About This Item

Share This Item

The AAPG/Datapages Combined Publications Database

CSPG Special Publications


Sequences, Stratigraphy, Sedimentology: Surface and Subsurface — Memoir 15, 1988
Pages 579-579

Marine Origin of the Bay Tree Conglomerate (Cardium Formation): Sedimentology at the Type Locality: Abstract

B. S. Hart1, A. G. Plint2


The Bay Tree Member of the Cardium Formation (Turonian) was originally defined as a thick conglomerate capping the Cardium in northwestern Alberta and adjacent British Columbia. Stott (1967) considered this member to be a coarse grained facies of the nonmarine Moosehound (= Musreau) Member, and there have been no published interpretations since.

The type locality is found on an escarpment to the south of Bay Tree Alberta (23-78-13W6). Here, up to 2 metres of swaley cross-stratified fine sandstone with thin pebble stringers are abruptly overlain by up to 12 metres of conglomerate with minor (<20%) laminated or crossbedded fine to very coarse sandstone. The top of the conglomerate is not exposed. The conglomerates consist mainly of chert and quartz pebbles, ranging from granules to over 1 centimetre, and are mostly clast-supported. They generally appear massive to crudely bedded, although in places several decimetre thick crossbeds and imbricated pebbles can be seen. The top of the section comprises 3 metres of pebbles interbedded with gently dipping laminated sandstones. These features strongly suggest a beach.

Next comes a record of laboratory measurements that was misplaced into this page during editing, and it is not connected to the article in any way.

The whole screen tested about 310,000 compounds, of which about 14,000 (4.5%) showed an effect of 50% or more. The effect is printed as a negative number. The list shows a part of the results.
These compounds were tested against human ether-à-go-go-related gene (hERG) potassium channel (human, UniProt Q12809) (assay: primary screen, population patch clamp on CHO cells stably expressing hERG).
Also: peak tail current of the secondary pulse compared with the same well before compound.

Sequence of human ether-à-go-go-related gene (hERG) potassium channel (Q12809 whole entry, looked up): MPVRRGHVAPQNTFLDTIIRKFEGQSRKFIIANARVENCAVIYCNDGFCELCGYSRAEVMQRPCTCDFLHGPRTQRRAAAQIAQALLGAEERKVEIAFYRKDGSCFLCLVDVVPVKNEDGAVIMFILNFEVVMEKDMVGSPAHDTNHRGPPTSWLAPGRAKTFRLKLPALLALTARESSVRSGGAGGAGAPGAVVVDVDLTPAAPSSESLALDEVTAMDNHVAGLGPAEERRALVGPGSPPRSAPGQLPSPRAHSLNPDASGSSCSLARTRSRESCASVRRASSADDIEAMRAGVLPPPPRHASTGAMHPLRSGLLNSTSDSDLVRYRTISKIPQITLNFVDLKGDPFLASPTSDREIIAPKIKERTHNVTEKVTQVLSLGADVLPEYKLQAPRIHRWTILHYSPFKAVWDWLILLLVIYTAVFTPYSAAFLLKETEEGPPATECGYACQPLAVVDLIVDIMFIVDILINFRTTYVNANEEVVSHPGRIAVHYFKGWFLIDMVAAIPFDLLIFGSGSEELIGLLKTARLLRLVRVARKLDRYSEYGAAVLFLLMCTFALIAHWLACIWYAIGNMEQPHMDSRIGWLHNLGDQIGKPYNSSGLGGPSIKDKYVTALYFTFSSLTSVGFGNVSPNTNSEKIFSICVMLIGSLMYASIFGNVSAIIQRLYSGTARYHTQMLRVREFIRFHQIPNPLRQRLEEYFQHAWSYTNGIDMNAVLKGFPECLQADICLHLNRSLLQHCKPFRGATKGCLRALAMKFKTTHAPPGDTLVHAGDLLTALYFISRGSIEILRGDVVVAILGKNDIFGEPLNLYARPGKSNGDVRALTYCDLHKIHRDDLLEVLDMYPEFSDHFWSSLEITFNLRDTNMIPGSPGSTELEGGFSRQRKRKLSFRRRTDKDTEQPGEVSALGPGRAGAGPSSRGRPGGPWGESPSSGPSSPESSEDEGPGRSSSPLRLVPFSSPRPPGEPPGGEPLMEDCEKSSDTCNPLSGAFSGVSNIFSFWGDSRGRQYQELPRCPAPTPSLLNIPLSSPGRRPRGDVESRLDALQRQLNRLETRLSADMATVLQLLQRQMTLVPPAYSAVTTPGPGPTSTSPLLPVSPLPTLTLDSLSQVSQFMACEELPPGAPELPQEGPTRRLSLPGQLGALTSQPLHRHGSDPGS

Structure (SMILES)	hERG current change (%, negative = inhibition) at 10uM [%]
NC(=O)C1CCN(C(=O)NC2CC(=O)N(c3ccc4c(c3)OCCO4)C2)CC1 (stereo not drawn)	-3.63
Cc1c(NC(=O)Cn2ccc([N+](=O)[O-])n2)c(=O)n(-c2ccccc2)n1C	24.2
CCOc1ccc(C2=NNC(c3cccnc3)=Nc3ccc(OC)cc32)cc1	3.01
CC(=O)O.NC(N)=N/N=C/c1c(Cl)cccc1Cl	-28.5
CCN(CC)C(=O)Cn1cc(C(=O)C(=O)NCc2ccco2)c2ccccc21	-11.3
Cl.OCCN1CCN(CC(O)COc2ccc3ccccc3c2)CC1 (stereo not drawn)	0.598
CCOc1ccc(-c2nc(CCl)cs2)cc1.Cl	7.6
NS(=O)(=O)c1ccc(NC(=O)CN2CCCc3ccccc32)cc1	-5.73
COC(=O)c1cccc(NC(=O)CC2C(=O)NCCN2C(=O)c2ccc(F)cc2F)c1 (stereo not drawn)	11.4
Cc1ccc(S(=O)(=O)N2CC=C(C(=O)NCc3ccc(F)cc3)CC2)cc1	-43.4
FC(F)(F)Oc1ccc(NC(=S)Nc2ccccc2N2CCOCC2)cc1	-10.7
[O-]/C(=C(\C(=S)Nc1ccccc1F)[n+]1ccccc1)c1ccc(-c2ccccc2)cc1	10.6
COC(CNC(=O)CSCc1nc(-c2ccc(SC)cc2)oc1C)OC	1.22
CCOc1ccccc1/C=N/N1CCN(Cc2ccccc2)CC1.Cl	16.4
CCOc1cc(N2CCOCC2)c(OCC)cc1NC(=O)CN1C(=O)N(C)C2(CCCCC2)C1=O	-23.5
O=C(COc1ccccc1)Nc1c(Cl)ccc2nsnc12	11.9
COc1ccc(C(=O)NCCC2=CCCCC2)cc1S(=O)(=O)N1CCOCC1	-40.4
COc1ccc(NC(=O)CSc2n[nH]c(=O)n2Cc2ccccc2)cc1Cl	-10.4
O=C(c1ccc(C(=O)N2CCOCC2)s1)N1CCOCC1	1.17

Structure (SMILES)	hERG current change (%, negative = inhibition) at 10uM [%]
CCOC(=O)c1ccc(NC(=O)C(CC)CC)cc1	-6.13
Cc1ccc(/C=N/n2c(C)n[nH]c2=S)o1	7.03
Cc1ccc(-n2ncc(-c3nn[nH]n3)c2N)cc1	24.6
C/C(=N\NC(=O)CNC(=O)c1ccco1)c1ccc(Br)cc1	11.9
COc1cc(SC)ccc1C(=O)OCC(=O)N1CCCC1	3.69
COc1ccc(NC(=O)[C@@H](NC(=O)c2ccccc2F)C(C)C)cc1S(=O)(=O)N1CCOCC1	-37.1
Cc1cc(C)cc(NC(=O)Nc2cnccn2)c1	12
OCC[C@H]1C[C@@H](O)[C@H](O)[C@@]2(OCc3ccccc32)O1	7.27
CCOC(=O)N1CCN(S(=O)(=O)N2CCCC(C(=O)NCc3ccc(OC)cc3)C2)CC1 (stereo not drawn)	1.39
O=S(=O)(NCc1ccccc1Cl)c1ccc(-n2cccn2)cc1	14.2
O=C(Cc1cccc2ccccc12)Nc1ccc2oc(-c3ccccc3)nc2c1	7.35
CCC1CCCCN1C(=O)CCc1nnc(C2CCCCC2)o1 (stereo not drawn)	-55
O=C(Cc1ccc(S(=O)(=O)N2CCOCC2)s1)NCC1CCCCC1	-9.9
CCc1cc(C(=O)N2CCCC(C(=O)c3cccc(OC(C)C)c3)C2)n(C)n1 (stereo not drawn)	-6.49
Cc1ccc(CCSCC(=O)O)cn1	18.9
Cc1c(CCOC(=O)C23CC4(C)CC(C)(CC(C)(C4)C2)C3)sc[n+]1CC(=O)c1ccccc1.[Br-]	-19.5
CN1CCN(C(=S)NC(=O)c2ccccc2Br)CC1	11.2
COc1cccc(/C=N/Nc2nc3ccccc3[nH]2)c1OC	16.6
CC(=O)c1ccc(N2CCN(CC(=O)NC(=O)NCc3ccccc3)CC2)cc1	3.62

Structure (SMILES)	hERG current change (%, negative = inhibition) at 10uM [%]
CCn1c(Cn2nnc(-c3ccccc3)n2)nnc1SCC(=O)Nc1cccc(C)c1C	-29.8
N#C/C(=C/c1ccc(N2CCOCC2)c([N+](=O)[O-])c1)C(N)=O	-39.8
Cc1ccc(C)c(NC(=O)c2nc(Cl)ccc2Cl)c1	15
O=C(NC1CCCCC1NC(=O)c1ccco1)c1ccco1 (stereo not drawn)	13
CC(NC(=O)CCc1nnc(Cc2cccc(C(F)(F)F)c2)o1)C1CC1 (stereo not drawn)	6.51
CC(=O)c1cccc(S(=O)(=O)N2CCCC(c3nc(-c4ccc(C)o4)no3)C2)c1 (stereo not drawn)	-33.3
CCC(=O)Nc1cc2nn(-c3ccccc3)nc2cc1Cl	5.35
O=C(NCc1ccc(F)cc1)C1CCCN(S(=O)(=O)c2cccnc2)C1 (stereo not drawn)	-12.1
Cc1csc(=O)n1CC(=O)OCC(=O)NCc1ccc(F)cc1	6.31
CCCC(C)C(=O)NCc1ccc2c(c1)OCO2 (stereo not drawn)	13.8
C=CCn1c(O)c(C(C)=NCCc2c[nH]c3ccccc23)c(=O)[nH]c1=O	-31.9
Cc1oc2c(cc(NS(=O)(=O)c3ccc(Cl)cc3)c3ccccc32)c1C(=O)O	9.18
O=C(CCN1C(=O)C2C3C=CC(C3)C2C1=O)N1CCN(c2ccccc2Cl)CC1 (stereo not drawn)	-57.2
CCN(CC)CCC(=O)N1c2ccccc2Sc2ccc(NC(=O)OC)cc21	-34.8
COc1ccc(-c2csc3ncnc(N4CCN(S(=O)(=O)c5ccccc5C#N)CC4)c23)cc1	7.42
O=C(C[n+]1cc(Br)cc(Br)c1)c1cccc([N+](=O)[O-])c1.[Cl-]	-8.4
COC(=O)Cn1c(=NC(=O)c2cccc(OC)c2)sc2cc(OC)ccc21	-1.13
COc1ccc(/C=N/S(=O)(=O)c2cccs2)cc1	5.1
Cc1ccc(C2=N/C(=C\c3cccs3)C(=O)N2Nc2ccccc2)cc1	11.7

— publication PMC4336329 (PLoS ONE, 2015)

Pebble imbrications in beach strata indicate a northwest-southeast trending shoreline. The crossbedding in the sandstones lower in the section shows a dominant southeast transport direction in response to longshore currents. Pebble imbrication in the lower parts of the section developed in response to either the shore-normal wave approach or the shore-parallel longshore transport. No evidence of deposition in a fluvial environment can be seen here, or elsewhere in the region where the Bay Tree conglomerates are well developed. Wave-formed gravel ripples are present in many of these localities and provide evidence that deposition of these units took place in a shallow marine environment.


Acknowledgments and Associated Footnotes

1 Department of Geology, University of Western Ontario, London, Ontario B6A 5B7

2 Department of Geology, University of Western Ontario, London, Ontario B6A 5B7

Copyright © 2009 by the Canadian Society of Petroleum Geologists